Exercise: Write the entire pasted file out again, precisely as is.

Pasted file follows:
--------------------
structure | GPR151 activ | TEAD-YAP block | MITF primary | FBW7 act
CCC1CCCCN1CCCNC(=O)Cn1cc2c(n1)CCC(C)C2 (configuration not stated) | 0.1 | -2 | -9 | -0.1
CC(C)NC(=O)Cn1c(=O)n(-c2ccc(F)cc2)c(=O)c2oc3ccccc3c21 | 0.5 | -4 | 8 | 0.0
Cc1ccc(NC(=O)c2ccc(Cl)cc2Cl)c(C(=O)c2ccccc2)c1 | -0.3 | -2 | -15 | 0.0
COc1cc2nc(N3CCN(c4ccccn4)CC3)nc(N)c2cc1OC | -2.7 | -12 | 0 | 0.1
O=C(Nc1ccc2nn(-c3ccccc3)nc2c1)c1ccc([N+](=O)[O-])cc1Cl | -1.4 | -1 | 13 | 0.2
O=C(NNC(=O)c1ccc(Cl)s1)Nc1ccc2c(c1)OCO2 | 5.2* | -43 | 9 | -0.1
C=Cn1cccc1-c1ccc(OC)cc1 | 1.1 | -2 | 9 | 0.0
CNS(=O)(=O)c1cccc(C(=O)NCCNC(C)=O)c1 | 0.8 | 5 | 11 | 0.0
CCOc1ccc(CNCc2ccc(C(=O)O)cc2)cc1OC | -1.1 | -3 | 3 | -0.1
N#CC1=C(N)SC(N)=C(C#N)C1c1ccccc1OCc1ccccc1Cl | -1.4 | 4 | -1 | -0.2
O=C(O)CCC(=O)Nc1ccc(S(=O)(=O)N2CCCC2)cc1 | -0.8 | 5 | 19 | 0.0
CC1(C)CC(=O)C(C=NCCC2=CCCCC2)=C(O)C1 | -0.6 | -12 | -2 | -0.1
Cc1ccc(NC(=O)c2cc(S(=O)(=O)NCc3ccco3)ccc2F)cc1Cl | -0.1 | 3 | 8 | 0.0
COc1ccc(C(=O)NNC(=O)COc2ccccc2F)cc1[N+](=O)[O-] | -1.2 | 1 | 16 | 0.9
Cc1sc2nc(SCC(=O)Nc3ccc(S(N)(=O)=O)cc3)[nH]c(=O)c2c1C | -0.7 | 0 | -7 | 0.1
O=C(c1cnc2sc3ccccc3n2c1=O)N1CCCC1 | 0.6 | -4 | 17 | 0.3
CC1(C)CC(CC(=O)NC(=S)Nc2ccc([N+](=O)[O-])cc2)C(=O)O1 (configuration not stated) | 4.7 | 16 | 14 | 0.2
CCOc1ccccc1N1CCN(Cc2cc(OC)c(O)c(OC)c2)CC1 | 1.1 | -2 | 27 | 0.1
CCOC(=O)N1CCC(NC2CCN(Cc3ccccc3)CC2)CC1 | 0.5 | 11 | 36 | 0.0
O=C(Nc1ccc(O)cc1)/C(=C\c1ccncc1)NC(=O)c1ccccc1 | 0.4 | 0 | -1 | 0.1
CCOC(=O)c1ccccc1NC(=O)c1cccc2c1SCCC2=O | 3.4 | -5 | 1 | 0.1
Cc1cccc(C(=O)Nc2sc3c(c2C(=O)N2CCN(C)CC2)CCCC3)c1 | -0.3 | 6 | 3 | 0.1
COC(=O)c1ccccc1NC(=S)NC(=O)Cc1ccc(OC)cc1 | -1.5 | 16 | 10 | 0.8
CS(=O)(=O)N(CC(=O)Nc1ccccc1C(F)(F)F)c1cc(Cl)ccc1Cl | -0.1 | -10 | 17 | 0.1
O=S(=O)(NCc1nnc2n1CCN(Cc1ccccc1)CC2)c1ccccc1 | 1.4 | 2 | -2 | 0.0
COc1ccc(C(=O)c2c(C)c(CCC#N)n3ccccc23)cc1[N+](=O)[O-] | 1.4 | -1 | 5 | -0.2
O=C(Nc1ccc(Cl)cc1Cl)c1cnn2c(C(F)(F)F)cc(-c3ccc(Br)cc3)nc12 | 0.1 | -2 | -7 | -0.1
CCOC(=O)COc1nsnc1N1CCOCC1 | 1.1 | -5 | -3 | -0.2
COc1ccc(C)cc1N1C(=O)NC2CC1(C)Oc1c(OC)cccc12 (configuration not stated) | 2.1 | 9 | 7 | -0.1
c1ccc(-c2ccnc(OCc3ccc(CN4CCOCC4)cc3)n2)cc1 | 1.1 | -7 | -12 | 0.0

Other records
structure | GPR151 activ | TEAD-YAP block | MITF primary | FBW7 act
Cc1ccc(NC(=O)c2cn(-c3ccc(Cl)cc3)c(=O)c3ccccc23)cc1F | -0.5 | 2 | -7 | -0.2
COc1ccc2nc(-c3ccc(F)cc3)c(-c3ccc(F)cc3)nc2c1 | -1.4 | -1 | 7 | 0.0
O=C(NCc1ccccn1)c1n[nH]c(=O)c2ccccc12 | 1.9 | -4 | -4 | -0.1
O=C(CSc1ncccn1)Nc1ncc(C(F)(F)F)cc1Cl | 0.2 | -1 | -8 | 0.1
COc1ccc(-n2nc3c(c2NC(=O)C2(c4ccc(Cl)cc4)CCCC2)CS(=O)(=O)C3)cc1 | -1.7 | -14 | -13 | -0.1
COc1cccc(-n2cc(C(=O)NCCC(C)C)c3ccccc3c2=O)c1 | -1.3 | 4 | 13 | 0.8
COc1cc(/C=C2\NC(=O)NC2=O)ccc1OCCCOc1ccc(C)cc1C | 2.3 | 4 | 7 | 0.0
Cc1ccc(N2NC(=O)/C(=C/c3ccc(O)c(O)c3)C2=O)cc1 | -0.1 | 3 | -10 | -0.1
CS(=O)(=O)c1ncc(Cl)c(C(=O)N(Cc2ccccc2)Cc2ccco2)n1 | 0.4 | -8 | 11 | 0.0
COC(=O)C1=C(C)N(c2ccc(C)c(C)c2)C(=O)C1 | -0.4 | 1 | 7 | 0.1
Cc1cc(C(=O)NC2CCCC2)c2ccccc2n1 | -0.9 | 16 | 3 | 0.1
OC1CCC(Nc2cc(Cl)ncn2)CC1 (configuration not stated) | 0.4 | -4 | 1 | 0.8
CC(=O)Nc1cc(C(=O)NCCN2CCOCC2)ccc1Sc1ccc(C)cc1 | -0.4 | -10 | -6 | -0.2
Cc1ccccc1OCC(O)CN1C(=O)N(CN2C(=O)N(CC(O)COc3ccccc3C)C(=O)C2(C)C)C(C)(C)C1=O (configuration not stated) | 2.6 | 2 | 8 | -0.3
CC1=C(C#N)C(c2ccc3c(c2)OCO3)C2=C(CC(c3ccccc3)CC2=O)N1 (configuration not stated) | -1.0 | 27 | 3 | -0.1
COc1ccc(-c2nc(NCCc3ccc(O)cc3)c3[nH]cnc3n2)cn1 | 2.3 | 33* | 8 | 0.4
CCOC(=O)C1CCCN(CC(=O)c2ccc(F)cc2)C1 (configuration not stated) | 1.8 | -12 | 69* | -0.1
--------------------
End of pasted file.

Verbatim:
structure | GPR151 activ | TEAD-YAP block | MITF primary | FBW7 act
CCC1CCCCN1CCCNC(=O)Cn1cc2c(n1)CCC(C)C2 (configuration not stated) | 0.1 | -2 | -9 | -0.1
CC(C)NC(=O)Cn1c(=O)n(-c2ccc(F)cc2)c(=O)c2oc3ccccc3c21 | 0.5 | -4 | 8 | 0.0
Cc1ccc(NC(=O)c2ccc(Cl)cc2Cl)c(C(=O)c2ccccc2)c1 | -0.3 | -2 | -15 | 0.0
COc1cc2nc(N3CCN(c4ccccn4)CC3)nc(N)c2cc1OC | -2.7 | -12 | 0 | 0.1
O=C(Nc1ccc2nn(-c3ccccc3)nc2c1)c1ccc([N+](=O)[O-])cc1Cl | -1.4 | -1 | 13 | 0.2
O=C(NNC(=O)c1ccc(Cl)s1)Nc1ccc2c(c1)OCO2 | 5.2* | -43 | 9 | -0.1
C=Cn1cccc1-c1ccc(OC)cc1 | 1.1 | -2 | 9 | 0.0
CNS(=O)(=O)c1cccc(C(=O)NCCNC(C)=O)c1 | 0.8 | 5 | 11 | 0.0
CCOc1ccc(CNCc2ccc(C(=O)O)cc2)cc1OC | -1.1 | -3 | 3 | -0.1
N#CC1=C(N)SC(N)=C(C#N)C1c1ccccc1OCc1ccccc1Cl | -1.4 | 4 | -1 | -0.2
O=C(O)CCC(=O)Nc1ccc(S(=O)(=O)N2CCCC2)cc1 | -0.8 | 5 | 19 | 0.0
CC1(C)CC(=O)C(C=NCCC2=CCCCC2)=C(O)C1 | -0.6 | -12 | -2 | -0.1
Cc1ccc(NC(=O)c2cc(S(=O)(=O)NCc3ccco3)ccc2F)cc1Cl | -0.1 | 3 | 8 | 0.0
COc1ccc(C(=O)NNC(=O)COc2ccccc2F)cc1[N+](=O)[O-] | -1.2 | 1 | 16 | 0.9
Cc1sc2nc(SCC(=O)Nc3ccc(S(N)(=O)=O)cc3)[nH]c(=O)c2c1C | -0.7 | 0 | -7 | 0.1
O=C(c1cnc2sc3ccccc3n2c1=O)N1CCCC1 | 0.6 | -4 | 17 | 0.3
CC1(C)CC(CC(=O)NC(=S)Nc2ccc([N+](=O)[O-])cc2)C(=O)O1 (configuration not stated) | 4.7 | 16 | 14 | 0.2
CCOc1ccccc1N1CCN(Cc2cc(OC)c(O)c(OC)c2)CC1 | 1.1 | -2 | 27 | 0.1
CCOC(=O)N1CCC(NC2CCN(Cc3ccccc3)CC2)CC1 | 0.5 | 11 | 36 | 0.0
O=C(Nc1ccc(O)cc1)/C(=C\c1ccncc1)NC(=O)c1ccccc1 | 0.4 | 0 | -1 | 0.1
CCOC(=O)c1ccccc1NC(=O)c1cccc2c1SCCC2=O | 3.4 | -5 | 1 | 0.1
Cc1cccc(C(=O)Nc2sc3c(c2C(=O)N2CCN(C)CC2)CCCC3)c1 | -0.3 | 6 | 3 | 0.1
COC(=O)c1ccccc1NC(=S)NC(=O)Cc1ccc(OC)cc1 | -1.5 | 16 | 10 | 0.8
CS(=O)(=O)N(CC(=O)Nc1ccccc1C(F)(F)F)c1cc(Cl)ccc1Cl | -0.1 | -10 | 17 | 0.1
O=S(=O)(NCc1nnc2n1CCN(Cc1ccccc1)CC2)c1ccccc1 | 1.4 | 2 | -2 | 0.0
COc1ccc(C(=O)c2c(C)c(CCC#N)n3ccccc23)cc1[N+](=O)[O-] | 1.4 | -1 | 5 | -0.2
O=C(Nc1ccc(Cl)cc1Cl)c1cnn2c(C(F)(F)F)cc(-c3ccc(Br)cc3)nc12 | 0.1 | -2 | -7 | -0.1
CCOC(=O)COc1nsnc1N1CCOCC1 | 1.1 | -5 | -3 | -0.2
COc1ccc(C)cc1N1C(=O)NC2CC1(C)Oc1c(OC)cccc12 (configuration not stated) | 2.1 | 9 | 7 | -0.1
c1ccc(-c2ccnc(OCc3ccc(CN4CCOCC4)cc3)n2)cc1 | 1.1 | -7 | -12 | 0.0

Other records
structure | GPR151 activ | TEAD-YAP block | MITF primary | FBW7 act
Cc1ccc(NC(=O)c2cn(-c3ccc(Cl)cc3)c(=O)c3ccccc23)cc1F | -0.5 | 2 | -7 | -0.2
COc1ccc2nc(-c3ccc(F)cc3)c(-c3ccc(F)cc3)nc2c1 | -1.4 | -1 | 7 | 0.0
O=C(NCc1ccccn1)c1n[nH]c(=O)c2ccccc12 | 1.9 | -4 | -4 | -0.1
O=C(CSc1ncccn1)Nc1ncc(C(F)(F)F)cc1Cl | 0.2 | -1 | -8 | 0.1
COc1ccc(-n2nc3c(c2NC(=O)C2(c4ccc(Cl)cc4)CCCC2)CS(=O)(=O)C3)cc1 | -1.7 | -14 | -13 | -0.1
COc1cccc(-n2cc(C(=O)NCCC(C)C)c3ccccc3c2=O)c1 | -1.3 | 4 | 13 | 0.8
COc1cc(/C=C2\NC(=O)NC2=O)ccc1OCCCOc1ccc(C)cc1C | 2.3 | 4 | 7 | 0.0
Cc1ccc(N2NC(=O)/C(=C/c3ccc(O)c(O)c3)C2=O)cc1 | -0.1 | 3 | -10 | -0.1
CS(=O)(=O)c1ncc(Cl)c(C(=O)N(Cc2ccccc2)Cc2ccco2)n1 | 0.4 | -8 | 11 | 0.0
COC(=O)C1=C(C)N(c2ccc(C)c(C)c2)C(=O)C1 | -0.4 | 1 | 7 | 0.1
Cc1cc(C(=O)NC2CCCC2)c2ccccc2n1 | -0.9 | 16 | 3 | 0.1
OC1CCC(Nc2cc(Cl)ncn2)CC1 (configuration not stated) | 0.4 | -4 | 1 | 0.8
CC(=O)Nc1cc(C(=O)NCCN2CCOCC2)ccc1Sc1ccc(C)cc1 | -0.4 | -10 | -6 | -0.2
Cc1ccccc1OCC(O)CN1C(=O)N(CN2C(=O)N(CC(O)COc3ccccc3C)C(=O)C2(C)C)C(C)(C)C1=O (configuration not stated) | 2.6 | 2 | 8 | -0.3
CC1=C(C#N)C(c2ccc3c(c2)OCO3)C2=C(CC(c3ccccc3)CC2=O)N1 (configuration not stated) | -1.0 | 27 | 3 | -0.1
COc1ccc(-c2nc(NCCc3ccc(O)cc3)c3[nH]cnc3n2)cn1 | 2.3 | 33* | 8 | 0.4
CCOC(=O)C1CCCN(CC(=O)c2ccc(F)cc2)C1 (configuration not stated) | 1.8 | -12 | 69* | -0.1